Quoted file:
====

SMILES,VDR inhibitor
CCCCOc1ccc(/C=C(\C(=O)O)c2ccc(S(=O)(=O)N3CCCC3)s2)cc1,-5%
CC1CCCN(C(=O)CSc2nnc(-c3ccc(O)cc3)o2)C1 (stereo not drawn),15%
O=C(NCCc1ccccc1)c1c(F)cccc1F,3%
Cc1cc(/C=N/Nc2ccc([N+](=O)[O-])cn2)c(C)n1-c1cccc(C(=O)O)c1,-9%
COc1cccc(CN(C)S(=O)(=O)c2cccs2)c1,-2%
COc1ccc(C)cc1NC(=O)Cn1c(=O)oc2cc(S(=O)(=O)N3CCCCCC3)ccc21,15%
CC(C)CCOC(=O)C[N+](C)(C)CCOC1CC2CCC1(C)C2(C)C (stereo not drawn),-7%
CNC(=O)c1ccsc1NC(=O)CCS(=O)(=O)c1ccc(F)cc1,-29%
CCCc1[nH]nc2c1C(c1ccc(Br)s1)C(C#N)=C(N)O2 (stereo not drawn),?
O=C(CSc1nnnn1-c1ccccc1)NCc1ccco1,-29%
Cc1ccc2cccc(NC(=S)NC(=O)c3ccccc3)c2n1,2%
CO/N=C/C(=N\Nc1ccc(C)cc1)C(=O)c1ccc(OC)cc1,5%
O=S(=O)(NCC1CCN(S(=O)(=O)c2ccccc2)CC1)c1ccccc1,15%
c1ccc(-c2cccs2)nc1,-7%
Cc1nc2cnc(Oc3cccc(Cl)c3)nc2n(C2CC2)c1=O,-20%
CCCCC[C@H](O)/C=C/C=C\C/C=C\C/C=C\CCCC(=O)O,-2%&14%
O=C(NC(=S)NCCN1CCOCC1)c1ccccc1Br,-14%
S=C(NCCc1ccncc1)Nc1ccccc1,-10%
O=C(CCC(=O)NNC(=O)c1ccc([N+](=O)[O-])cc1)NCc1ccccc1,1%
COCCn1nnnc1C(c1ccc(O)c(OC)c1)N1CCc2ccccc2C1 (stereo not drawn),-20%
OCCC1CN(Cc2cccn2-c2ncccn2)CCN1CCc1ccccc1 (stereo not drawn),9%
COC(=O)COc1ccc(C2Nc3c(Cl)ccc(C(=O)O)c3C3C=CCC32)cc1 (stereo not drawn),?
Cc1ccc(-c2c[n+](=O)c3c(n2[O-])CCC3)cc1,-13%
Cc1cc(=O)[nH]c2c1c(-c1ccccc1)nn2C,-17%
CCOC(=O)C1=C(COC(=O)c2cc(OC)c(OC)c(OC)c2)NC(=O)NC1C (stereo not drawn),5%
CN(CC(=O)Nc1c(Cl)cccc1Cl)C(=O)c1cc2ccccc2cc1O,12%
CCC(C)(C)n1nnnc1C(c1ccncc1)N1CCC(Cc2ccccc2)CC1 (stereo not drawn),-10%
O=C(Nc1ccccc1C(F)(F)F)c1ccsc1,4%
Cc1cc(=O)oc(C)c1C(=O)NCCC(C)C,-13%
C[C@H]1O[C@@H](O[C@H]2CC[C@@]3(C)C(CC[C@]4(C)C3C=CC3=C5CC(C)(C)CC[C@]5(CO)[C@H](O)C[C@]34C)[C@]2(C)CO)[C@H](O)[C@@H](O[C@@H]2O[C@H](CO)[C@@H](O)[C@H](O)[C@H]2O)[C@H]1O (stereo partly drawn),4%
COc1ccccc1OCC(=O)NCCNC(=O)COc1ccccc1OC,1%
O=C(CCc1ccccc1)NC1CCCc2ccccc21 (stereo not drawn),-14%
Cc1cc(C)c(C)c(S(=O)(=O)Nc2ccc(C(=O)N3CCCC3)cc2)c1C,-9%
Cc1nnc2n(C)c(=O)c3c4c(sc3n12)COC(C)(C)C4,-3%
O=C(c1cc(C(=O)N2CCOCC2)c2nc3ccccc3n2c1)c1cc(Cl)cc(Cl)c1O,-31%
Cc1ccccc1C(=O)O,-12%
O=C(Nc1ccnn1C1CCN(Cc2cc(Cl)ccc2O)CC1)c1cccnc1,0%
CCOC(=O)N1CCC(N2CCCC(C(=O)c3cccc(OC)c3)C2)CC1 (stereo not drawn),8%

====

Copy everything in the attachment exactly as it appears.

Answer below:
SMILES,VDR inhibitor
CCCCOc1ccc(/C=C(\C(=O)O)c2ccc(S(=O)(=O)N3CCCC3)s2)cc1,-5%
CC1CCCN(C(=O)CSc2nnc(-c3ccc(O)cc3)o2)C1 (stereo not drawn),15%
O=C(NCCc1ccccc1)c1c(F)cccc1F,3%
Cc1cc(/C=N/Nc2ccc([N+](=O)[O-])cn2)c(C)n1-c1cccc(C(=O)O)c1,-9%
COc1cccc(CN(C)S(=O)(=O)c2cccs2)c1,-2%
COc1ccc(C)cc1NC(=O)Cn1c(=O)oc2cc(S(=O)(=O)N3CCCCCC3)ccc21,15%
CC(C)CCOC(=O)C[N+](C)(C)CCOC1CC2CCC1(C)C2(C)C (stereo not drawn),-7%
CNC(=O)c1ccsc1NC(=O)CCS(=O)(=O)c1ccc(F)cc1,-29%
CCCc1[nH]nc2c1C(c1ccc(Br)s1)C(C#N)=C(N)O2 (stereo not drawn),?
O=C(CSc1nnnn1-c1ccccc1)NCc1ccco1,-29%
Cc1ccc2cccc(NC(=S)NC(=O)c3ccccc3)c2n1,2%
CO/N=C/C(=N\Nc1ccc(C)cc1)C(=O)c1ccc(OC)cc1,5%
O=S(=O)(NCC1CCN(S(=O)(=O)c2ccccc2)CC1)c1ccccc1,15%
c1ccc(-c2cccs2)nc1,-7%
Cc1nc2cnc(Oc3cccc(Cl)c3)nc2n(C2CC2)c1=O,-20%
CCCCC[C@H](O)/C=C/C=C\C/C=C\C/C=C\CCCC(=O)O,-2%&14%
O=C(NC(=S)NCCN1CCOCC1)c1ccccc1Br,-14%
S=C(NCCc1ccncc1)Nc1ccccc1,-10%
O=C(CCC(=O)NNC(=O)c1ccc([N+](=O)[O-])cc1)NCc1ccccc1,1%
COCCn1nnnc1C(c1ccc(O)c(OC)c1)N1CCc2ccccc2C1 (stereo not drawn),-20%
OCCC1CN(Cc2cccn2-c2ncccn2)CCN1CCc1ccccc1 (stereo not drawn),9%
COC(=O)COc1ccc(C2Nc3c(Cl)ccc(C(=O)O)c3C3C=CCC32)cc1 (stereo not drawn),?
Cc1ccc(-c2c[n+](=O)c3c(n2[O-])CCC3)cc1,-13%
Cc1cc(=O)[nH]c2c1c(-c1ccccc1)nn2C,-17%
CCOC(=O)C1=C(COC(=O)c2cc(OC)c(OC)c(OC)c2)NC(=O)NC1C (stereo not drawn),5%
CN(CC(=O)Nc1c(Cl)cccc1Cl)C(=O)c1cc2ccccc2cc1O,12%
CCC(C)(C)n1nnnc1C(c1ccncc1)N1CCC(Cc2ccccc2)CC1 (stereo not drawn),-10%
O=C(Nc1ccccc1C(F)(F)F)c1ccsc1,4%
Cc1cc(=O)oc(C)c1C(=O)NCCC(C)C,-13%
C[C@H]1O[C@@H](O[C@H]2CC[C@@]3(C)C(CC[C@]4(C)C3C=CC3=C5CC(C)(C)CC[C@]5(CO)[C@H](O)C[C@]34C)[C@]2(C)CO)[C@H](O)[C@@H](O[C@@H]2O[C@H](CO)[C@@H](O)[C@H](O)[C@H]2O)[C@H]1O (stereo partly drawn),4%
COc1ccccc1OCC(=O)NCCNC(=O)COc1ccccc1OC,1%
O=C(CCc1ccccc1)NC1CCCc2ccccc21 (stereo not drawn),-14%
Cc1cc(C)c(C)c(S(=O)(=O)Nc2ccc(C(=O)N3CCCC3)cc2)c1C,-9%
Cc1nnc2n(C)c(=O)c3c4c(sc3n12)COC(C)(C)C4,-3%
O=C(c1cc(C(=O)N2CCOCC2)c2nc3ccccc3n2c1)c1cc(Cl)cc(Cl)c1O,-31%
Cc1ccccc1C(=O)O,-12%
O=C(Nc1ccnn1C1CCN(Cc2cc(Cl)ccc2O)CC1)c1cccnc1,0%
CCOC(=O)N1CCC(N2CCCC(C(=O)c3cccc(OC)c3)C2)CC1 (stereo not drawn),8%